Advent Firesiders

Carols iv (2012)

As a Reader in my parish church, I have a fantasy of preaching on Christmas day. Not that I want the incumbent to fall ill or meet with a nasty accident at the last minute. I am rather like a player in the reserves who doesn't want his first team counterpart to meet with any misfortune but can only be given a chance if he does. And so, without malice, I nurse this fantasy.

A Stranger in Bethlehem (and other Christmas carols)

What I am  burning to say to all those in the congregation who only come to church at Christmas is that they wouldn't be very satisfied with the biography of a statesman or a scientist if it ended when the subject was about to leave school. I mean, it's quite interesting that Churchill and Sir John Gurdon, this year's Nobel Prize winner for medicine, got terrible school reports; but that's hardly the point, is it? We want to know about the finer detail of Churchill's war years and how Sir John Gurdon made his breakthrough.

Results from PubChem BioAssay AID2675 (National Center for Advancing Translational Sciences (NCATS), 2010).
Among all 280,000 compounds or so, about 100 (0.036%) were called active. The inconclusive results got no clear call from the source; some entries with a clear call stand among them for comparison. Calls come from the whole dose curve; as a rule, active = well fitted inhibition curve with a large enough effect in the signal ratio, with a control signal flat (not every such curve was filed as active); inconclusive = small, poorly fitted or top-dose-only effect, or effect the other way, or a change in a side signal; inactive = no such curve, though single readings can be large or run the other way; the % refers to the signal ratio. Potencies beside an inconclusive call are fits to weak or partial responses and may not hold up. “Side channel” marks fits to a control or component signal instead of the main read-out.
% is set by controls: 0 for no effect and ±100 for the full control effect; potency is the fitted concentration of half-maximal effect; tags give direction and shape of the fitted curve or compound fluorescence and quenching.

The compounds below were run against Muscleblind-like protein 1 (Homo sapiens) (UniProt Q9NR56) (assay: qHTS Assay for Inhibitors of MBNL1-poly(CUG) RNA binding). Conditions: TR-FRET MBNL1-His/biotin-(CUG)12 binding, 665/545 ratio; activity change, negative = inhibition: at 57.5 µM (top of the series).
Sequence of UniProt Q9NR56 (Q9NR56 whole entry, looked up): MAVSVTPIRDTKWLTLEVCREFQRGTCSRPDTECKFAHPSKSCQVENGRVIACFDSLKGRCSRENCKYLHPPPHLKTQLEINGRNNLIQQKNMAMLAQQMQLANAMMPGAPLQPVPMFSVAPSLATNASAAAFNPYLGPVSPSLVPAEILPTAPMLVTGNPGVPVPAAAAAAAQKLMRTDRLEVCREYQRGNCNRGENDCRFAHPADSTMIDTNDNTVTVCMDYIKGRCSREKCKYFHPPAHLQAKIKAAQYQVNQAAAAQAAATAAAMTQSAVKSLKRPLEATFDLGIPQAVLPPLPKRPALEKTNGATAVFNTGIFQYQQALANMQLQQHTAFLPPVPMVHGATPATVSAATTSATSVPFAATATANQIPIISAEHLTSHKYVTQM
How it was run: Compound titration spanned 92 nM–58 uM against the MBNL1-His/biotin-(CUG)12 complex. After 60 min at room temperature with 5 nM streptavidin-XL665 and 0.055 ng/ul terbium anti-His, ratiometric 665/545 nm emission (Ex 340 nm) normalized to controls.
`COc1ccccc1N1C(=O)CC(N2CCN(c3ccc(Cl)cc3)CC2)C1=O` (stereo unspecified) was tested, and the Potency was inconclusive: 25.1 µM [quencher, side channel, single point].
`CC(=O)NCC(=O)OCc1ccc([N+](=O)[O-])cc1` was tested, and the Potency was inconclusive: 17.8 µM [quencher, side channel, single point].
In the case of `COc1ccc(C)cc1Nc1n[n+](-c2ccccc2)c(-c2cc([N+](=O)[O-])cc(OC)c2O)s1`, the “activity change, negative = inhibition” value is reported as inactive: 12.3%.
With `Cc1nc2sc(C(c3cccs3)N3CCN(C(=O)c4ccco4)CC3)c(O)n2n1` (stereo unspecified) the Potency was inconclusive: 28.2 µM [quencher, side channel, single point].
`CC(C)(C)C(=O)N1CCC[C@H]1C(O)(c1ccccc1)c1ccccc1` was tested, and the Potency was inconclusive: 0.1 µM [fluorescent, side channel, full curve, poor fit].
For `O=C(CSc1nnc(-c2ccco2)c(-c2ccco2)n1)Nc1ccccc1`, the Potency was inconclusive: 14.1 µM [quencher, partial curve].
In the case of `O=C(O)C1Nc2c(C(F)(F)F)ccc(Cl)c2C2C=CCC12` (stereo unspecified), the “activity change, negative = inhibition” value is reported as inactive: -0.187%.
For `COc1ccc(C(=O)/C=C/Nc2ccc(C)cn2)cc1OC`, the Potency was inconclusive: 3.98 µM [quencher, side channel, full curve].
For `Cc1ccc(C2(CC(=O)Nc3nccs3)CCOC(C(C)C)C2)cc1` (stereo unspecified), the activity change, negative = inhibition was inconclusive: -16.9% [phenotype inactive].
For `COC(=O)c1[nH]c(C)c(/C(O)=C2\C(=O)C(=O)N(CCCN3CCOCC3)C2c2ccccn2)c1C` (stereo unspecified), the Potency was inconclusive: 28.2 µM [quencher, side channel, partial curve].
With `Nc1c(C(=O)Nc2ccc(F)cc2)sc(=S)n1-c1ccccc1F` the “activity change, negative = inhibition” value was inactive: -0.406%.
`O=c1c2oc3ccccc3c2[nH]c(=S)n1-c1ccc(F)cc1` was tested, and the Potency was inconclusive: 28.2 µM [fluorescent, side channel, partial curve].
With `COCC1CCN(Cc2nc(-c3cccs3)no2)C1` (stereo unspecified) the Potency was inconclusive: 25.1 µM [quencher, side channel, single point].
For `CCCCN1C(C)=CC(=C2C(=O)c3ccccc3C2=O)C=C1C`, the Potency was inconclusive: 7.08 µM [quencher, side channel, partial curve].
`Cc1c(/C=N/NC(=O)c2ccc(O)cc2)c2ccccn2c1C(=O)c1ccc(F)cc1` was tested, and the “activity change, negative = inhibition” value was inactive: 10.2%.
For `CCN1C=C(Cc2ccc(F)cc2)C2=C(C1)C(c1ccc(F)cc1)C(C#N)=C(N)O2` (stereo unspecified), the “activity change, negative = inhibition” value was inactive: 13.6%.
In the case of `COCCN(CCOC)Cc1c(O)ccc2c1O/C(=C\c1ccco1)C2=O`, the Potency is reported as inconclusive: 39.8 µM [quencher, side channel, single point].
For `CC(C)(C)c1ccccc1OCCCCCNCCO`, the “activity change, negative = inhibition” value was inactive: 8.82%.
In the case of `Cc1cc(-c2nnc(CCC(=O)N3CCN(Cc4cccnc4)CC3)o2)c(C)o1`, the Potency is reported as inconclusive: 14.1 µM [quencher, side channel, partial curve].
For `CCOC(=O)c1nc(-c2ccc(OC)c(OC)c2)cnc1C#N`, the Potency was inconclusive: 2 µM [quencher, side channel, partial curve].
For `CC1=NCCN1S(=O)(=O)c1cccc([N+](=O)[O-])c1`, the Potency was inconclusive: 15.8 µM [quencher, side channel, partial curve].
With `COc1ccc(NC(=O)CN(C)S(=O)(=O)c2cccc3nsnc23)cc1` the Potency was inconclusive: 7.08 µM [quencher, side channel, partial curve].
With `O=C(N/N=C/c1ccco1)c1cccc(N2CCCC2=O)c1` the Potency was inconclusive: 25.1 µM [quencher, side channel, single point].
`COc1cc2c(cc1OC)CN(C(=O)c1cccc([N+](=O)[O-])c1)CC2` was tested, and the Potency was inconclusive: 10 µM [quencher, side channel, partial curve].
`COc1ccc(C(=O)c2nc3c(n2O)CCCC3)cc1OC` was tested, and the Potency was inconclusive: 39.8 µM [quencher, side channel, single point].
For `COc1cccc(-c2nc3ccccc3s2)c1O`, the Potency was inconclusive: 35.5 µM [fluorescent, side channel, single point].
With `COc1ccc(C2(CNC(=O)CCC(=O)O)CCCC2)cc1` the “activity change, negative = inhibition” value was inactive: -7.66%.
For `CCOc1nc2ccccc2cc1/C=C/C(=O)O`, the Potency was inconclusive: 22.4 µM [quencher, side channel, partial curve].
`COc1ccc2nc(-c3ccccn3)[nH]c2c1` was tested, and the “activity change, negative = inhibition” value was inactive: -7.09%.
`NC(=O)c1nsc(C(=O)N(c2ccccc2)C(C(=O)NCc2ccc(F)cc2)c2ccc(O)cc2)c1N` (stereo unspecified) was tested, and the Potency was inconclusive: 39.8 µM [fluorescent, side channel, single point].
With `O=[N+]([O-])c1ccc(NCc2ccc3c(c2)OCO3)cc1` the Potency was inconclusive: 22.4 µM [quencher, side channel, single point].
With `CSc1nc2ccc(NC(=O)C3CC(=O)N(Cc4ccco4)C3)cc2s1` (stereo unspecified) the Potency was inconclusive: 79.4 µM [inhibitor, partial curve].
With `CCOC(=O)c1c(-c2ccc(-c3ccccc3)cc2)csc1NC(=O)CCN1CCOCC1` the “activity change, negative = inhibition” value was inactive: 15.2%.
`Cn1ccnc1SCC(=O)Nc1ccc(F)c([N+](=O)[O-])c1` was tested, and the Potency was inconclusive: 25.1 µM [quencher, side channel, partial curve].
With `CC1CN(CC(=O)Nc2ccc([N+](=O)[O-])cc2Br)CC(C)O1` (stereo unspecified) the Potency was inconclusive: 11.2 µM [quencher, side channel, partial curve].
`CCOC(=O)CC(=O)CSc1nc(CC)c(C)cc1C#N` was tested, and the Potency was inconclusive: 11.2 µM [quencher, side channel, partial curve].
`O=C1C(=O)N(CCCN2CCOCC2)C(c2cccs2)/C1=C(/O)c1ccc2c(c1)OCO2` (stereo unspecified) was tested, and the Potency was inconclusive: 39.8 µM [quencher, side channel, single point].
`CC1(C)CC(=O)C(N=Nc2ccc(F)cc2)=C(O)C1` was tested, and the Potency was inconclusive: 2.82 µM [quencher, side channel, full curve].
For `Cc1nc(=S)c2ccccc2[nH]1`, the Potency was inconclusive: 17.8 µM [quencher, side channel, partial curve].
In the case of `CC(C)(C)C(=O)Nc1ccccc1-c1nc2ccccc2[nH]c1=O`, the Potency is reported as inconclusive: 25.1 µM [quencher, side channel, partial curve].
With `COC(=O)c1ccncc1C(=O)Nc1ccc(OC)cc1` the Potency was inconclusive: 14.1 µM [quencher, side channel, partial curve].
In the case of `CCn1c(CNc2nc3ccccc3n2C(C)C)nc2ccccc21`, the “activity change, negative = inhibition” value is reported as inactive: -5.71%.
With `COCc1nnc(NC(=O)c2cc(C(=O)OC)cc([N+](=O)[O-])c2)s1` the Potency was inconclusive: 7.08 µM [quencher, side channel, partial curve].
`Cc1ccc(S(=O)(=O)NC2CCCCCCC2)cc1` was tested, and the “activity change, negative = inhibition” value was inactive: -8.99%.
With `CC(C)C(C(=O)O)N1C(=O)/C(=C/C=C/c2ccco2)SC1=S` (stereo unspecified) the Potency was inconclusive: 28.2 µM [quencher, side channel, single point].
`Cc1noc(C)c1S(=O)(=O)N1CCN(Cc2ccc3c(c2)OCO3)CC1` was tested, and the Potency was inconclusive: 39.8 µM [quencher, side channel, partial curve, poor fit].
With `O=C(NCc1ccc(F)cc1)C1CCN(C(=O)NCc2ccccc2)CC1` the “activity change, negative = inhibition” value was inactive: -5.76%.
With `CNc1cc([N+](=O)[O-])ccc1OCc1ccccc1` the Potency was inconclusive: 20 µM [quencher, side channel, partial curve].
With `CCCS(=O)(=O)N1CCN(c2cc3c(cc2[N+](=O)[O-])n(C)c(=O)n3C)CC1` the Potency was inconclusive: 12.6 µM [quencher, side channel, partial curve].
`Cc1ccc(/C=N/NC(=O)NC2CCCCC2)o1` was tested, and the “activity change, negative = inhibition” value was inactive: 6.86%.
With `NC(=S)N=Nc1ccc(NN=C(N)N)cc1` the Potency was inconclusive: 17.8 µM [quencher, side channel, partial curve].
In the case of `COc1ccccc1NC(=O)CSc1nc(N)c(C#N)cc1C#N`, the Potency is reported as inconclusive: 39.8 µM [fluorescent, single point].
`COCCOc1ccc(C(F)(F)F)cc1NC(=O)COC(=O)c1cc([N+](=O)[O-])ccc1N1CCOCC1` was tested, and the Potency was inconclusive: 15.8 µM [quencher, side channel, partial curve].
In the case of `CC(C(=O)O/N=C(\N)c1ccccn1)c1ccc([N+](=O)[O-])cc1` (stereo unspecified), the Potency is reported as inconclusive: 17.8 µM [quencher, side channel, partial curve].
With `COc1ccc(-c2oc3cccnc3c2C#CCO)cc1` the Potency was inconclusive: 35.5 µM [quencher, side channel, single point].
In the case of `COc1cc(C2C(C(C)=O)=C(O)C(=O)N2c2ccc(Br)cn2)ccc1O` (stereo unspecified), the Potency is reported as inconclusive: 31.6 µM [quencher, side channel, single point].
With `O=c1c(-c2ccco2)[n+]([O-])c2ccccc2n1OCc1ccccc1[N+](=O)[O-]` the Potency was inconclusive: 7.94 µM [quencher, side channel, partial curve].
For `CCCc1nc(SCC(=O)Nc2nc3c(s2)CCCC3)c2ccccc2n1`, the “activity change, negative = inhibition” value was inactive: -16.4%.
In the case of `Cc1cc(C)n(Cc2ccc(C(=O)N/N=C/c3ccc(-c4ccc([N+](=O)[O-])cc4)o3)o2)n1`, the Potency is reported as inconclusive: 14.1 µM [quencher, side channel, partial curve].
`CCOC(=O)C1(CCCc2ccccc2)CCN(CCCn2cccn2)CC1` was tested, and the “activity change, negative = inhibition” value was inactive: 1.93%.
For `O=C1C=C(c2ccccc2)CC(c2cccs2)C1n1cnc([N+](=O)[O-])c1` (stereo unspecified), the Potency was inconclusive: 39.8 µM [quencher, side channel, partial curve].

So it is with Jesus. People who only come to church once a year at Christmas can't get any grasp of what Christianity's all about. What is the significance of this baby? Why does it matter? And what did it do when it grew up?

This leaning into the future of Jesus has a deep influence on the way I write Christmas carol lyrics. I like people to see the positive side but for me there is always a thorn in the manger and a nail sticking out of the stable, or whatever it was. I'm not on my own, of course. The Holly and the Ivy and the Sans Day Carol are only two which rightly combine reflections on the incarnation and the passion and there is an unmatched beauty in the words of Jesus Christ The Apple Tree.

But rejoice! There is a time for everything. And Good Friday will come round soon enough.